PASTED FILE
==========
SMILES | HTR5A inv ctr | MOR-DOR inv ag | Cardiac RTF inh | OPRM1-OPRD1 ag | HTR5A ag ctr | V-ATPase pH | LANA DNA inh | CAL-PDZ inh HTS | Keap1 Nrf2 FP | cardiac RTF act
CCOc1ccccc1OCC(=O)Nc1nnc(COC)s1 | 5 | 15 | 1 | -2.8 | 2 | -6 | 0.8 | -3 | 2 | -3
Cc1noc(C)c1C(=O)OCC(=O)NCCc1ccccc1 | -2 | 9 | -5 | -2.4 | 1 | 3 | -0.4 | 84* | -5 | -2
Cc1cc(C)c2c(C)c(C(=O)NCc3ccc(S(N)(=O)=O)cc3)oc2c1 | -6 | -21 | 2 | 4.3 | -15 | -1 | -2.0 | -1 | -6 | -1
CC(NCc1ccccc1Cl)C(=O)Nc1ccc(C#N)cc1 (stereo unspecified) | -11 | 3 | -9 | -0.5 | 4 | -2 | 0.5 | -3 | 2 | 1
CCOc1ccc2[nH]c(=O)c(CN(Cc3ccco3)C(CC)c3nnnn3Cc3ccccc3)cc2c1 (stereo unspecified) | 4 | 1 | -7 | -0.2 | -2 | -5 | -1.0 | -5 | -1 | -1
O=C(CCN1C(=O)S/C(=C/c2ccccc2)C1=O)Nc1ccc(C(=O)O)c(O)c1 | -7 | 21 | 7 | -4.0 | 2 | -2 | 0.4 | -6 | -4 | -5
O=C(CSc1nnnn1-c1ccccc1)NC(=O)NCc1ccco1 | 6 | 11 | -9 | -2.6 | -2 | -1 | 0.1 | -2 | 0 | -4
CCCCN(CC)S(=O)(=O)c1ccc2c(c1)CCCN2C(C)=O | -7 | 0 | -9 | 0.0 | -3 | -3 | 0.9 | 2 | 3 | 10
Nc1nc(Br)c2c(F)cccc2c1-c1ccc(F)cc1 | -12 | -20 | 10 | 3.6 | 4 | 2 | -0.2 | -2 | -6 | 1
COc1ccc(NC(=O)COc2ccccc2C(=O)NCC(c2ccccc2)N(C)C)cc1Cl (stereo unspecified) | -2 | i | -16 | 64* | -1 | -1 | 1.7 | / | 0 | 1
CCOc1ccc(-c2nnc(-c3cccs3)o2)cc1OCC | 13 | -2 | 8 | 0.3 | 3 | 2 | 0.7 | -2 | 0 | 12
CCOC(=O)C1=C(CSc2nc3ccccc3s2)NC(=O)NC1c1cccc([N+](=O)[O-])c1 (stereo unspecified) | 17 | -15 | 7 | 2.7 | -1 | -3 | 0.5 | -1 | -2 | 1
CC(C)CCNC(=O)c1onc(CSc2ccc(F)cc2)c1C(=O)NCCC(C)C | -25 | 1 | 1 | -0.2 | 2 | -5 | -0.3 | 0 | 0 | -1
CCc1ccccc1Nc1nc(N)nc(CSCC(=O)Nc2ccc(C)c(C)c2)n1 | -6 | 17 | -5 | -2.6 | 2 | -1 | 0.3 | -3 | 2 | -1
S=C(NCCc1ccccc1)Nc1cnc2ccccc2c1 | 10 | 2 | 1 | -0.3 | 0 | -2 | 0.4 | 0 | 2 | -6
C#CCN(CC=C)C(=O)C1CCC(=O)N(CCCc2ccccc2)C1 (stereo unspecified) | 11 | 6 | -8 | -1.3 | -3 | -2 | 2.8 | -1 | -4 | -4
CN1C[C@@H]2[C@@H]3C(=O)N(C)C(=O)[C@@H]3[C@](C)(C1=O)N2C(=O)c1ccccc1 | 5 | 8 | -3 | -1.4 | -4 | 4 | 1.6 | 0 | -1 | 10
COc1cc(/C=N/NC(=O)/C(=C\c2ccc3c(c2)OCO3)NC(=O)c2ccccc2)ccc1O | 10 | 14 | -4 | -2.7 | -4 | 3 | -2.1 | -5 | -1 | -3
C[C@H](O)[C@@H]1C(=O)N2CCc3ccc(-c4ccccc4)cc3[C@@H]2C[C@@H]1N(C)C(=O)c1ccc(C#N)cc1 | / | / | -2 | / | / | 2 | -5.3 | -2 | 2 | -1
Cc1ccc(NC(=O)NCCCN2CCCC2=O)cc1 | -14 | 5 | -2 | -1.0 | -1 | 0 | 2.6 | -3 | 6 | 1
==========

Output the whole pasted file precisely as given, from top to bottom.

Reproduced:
SMILES | HTR5A inv ctr | MOR-DOR inv ag | Cardiac RTF inh | OPRM1-OPRD1 ag | HTR5A ag ctr | V-ATPase pH | LANA DNA inh | CAL-PDZ inh HTS | Keap1 Nrf2 FP | cardiac RTF act
CCOc1ccccc1OCC(=O)Nc1nnc(COC)s1 | 5 | 15 | 1 | -2.8 | 2 | -6 | 0.8 | -3 | 2 | -3
Cc1noc(C)c1C(=O)OCC(=O)NCCc1ccccc1 | -2 | 9 | -5 | -2.4 | 1 | 3 | -0.4 | 84* | -5 | -2
Cc1cc(C)c2c(C)c(C(=O)NCc3ccc(S(N)(=O)=O)cc3)oc2c1 | -6 | -21 | 2 | 4.3 | -15 | -1 | -2.0 | -1 | -6 | -1
CC(NCc1ccccc1Cl)C(=O)Nc1ccc(C#N)cc1 (stereo unspecified) | -11 | 3 | -9 | -0.5 | 4 | -2 | 0.5 | -3 | 2 | 1
CCOc1ccc2[nH]c(=O)c(CN(Cc3ccco3)C(CC)c3nnnn3Cc3ccccc3)cc2c1 (stereo unspecified) | 4 | 1 | -7 | -0.2 | -2 | -5 | -1.0 | -5 | -1 | -1
O=C(CCN1C(=O)S/C(=C/c2ccccc2)C1=O)Nc1ccc(C(=O)O)c(O)c1 | -7 | 21 | 7 | -4.0 | 2 | -2 | 0.4 | -6 | -4 | -5
O=C(CSc1nnnn1-c1ccccc1)NC(=O)NCc1ccco1 | 6 | 11 | -9 | -2.6 | -2 | -1 | 0.1 | -2 | 0 | -4
CCCCN(CC)S(=O)(=O)c1ccc2c(c1)CCCN2C(C)=O | -7 | 0 | -9 | 0.0 | -3 | -3 | 0.9 | 2 | 3 | 10
Nc1nc(Br)c2c(F)cccc2c1-c1ccc(F)cc1 | -12 | -20 | 10 | 3.6 | 4 | 2 | -0.2 | -2 | -6 | 1
COc1ccc(NC(=O)COc2ccccc2C(=O)NCC(c2ccccc2)N(C)C)cc1Cl (stereo unspecified) | -2 | i | -16 | 64* | -1 | -1 | 1.7 | / | 0 | 1
CCOc1ccc(-c2nnc(-c3cccs3)o2)cc1OCC | 13 | -2 | 8 | 0.3 | 3 | 2 | 0.7 | -2 | 0 | 12
CCOC(=O)C1=C(CSc2nc3ccccc3s2)NC(=O)NC1c1cccc([N+](=O)[O-])c1 (stereo unspecified) | 17 | -15 | 7 | 2.7 | -1 | -3 | 0.5 | -1 | -2 | 1
CC(C)CCNC(=O)c1onc(CSc2ccc(F)cc2)c1C(=O)NCCC(C)C | -25 | 1 | 1 | -0.2 | 2 | -5 | -0.3 | 0 | 0 | -1
CCc1ccccc1Nc1nc(N)nc(CSCC(=O)Nc2ccc(C)c(C)c2)n1 | -6 | 17 | -5 | -2.6 | 2 | -1 | 0.3 | -3 | 2 | -1
S=C(NCCc1ccccc1)Nc1cnc2ccccc2c1 | 10 | 2 | 1 | -0.3 | 0 | -2 | 0.4 | 0 | 2 | -6
C#CCN(CC=C)C(=O)C1CCC(=O)N(CCCc2ccccc2)C1 (stereo unspecified) | 11 | 6 | -8 | -1.3 | -3 | -2 | 2.8 | -1 | -4 | -4
CN1C[C@@H]2[C@@H]3C(=O)N(C)C(=O)[C@@H]3[C@](C)(C1=O)N2C(=O)c1ccccc1 | 5 | 8 | -3 | -1.4 | -4 | 4 | 1.6 | 0 | -1 | 10
COc1cc(/C=N/NC(=O)/C(=C\c2ccc3c(c2)OCO3)NC(=O)c2ccccc2)ccc1O | 10 | 14 | -4 | -2.7 | -4 | 3 | -2.1 | -5 | -1 | -3
C[C@H](O)[C@@H]1C(=O)N2CCc3ccc(-c4ccccc4)cc3[C@@H]2C[C@@H]1N(C)C(=O)c1ccc(C#N)cc1 | / | / | -2 | / | / | 2 | -5.3 | -2 | 2 | -1
Cc1ccc(NC(=O)NCCCN2CCCC2=O)cc1 | -14 | 5 | -2 | -1.0 | -1 | 0 | 2.6 | -3 | 6 | 1